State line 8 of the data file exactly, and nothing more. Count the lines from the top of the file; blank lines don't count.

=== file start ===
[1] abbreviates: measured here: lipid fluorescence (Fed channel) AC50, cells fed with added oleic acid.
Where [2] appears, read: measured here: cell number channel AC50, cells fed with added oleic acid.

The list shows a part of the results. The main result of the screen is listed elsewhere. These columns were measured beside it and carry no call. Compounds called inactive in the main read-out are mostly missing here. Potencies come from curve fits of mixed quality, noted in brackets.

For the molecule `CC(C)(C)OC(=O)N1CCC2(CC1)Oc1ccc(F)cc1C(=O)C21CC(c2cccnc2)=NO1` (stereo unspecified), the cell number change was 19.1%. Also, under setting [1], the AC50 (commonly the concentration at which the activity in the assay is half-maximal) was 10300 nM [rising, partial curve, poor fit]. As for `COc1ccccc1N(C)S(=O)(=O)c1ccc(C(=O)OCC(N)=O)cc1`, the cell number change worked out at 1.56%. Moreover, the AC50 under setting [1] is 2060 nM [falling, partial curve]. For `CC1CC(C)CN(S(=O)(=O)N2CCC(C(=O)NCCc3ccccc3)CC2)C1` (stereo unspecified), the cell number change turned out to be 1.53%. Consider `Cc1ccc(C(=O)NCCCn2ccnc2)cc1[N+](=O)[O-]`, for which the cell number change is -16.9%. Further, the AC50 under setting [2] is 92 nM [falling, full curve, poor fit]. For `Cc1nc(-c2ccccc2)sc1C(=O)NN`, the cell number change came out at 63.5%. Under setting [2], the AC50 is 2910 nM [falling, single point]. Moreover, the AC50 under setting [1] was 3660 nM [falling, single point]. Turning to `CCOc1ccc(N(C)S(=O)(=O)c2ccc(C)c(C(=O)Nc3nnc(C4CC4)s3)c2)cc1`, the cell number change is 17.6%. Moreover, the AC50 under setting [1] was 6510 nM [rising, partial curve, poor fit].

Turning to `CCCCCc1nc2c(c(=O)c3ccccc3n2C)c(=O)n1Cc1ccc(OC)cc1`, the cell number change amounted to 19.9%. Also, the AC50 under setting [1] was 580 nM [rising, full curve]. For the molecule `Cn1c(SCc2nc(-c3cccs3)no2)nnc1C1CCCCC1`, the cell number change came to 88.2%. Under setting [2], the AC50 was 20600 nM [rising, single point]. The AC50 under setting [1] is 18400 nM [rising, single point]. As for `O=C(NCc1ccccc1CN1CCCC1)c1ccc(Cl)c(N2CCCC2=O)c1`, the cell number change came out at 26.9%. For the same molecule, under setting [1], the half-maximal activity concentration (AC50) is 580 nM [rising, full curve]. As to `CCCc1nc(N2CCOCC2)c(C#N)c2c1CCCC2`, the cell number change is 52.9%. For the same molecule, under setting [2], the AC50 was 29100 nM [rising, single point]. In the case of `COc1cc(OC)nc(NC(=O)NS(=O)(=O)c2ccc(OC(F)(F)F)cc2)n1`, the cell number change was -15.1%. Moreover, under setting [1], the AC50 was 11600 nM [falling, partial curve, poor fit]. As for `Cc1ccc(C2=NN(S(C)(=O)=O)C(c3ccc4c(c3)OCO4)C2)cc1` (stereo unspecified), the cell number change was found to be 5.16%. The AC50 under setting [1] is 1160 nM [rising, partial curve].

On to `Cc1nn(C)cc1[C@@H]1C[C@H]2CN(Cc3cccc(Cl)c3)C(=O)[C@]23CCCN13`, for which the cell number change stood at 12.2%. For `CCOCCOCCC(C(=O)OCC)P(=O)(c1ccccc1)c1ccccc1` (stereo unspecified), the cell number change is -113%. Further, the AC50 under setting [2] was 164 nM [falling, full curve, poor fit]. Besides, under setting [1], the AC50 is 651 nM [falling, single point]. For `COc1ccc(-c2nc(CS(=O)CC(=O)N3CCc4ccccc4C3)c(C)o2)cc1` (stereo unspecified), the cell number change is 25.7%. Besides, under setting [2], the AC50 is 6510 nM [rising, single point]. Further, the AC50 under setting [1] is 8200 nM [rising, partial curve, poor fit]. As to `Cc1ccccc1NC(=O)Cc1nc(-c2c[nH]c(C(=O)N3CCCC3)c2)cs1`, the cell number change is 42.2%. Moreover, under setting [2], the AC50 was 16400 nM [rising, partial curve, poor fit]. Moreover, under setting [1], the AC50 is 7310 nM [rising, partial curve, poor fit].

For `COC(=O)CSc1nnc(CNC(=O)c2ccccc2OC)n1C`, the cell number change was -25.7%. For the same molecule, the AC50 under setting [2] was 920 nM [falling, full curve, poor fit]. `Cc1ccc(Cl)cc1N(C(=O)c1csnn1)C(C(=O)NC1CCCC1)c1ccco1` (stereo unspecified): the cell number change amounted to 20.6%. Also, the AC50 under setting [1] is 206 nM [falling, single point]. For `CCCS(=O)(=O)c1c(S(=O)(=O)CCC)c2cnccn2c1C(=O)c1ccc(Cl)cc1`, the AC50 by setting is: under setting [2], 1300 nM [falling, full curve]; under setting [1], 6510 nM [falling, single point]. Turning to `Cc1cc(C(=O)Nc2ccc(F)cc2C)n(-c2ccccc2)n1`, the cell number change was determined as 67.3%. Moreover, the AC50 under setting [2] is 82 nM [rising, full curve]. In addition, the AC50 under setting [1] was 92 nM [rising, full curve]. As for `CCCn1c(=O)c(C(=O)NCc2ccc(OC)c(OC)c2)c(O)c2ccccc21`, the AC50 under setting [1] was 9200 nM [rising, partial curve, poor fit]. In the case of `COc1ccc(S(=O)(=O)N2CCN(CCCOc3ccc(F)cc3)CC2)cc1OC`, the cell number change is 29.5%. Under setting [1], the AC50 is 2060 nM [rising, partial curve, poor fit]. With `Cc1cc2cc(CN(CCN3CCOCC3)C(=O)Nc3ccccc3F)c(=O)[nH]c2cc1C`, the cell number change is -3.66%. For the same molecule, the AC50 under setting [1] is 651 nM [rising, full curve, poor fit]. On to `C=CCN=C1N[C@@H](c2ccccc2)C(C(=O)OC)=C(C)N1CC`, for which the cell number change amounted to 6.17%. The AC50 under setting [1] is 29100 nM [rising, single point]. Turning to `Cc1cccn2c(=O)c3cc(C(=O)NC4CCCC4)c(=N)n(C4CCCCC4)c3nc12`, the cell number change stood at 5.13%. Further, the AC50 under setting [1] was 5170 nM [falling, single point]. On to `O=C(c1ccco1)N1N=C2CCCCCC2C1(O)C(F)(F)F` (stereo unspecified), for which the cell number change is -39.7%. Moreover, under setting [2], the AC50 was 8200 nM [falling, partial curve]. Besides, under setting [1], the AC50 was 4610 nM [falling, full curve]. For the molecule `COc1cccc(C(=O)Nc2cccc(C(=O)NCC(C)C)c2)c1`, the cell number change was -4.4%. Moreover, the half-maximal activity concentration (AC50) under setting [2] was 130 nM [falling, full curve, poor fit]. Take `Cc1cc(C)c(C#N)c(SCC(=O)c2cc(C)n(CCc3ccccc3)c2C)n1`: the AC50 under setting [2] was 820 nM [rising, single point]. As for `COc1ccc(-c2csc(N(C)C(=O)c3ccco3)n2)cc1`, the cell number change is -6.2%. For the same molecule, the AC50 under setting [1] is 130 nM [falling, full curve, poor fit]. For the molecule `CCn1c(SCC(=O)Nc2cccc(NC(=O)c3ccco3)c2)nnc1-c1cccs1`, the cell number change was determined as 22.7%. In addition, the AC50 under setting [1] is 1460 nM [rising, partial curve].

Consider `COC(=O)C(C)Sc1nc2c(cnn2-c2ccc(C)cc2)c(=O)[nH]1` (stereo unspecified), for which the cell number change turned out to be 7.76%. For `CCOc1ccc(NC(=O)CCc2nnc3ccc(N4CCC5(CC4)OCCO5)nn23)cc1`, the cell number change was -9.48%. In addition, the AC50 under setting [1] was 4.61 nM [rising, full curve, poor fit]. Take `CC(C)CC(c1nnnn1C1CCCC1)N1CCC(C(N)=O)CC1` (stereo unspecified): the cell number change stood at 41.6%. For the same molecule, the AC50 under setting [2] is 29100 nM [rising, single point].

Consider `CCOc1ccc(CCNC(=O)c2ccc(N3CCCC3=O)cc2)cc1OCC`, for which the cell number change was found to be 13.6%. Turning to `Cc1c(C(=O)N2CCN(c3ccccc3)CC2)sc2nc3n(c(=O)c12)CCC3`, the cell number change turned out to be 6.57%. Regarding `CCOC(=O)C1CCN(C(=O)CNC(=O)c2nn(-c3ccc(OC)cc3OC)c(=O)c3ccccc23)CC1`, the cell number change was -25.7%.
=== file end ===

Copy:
Consider `COC(=O)C(C)Sc1nc2c(cnn2-c2ccc(C)cc2)c(=O)[nH]1` (stereo unspecified), for which the cell number change turned out to be 7.76%. For `CCOc1ccc(NC(=O)CCc2nnc3ccc(N4CCC5(CC4)OCCO5)nn23)cc1`, the cell number change was -9.48%. In addition, the AC50 under setting [1] was 4.61 nM [rising, full curve, poor fit]. Take `CC(C)CC(c1nnnn1C1CCCC1)N1CCC(C(N)=O)CC1` (stereo unspecified): the cell number change stood at 41.6%. For the same molecule, the AC50 under setting [2] is 29100 nM [rising, single point].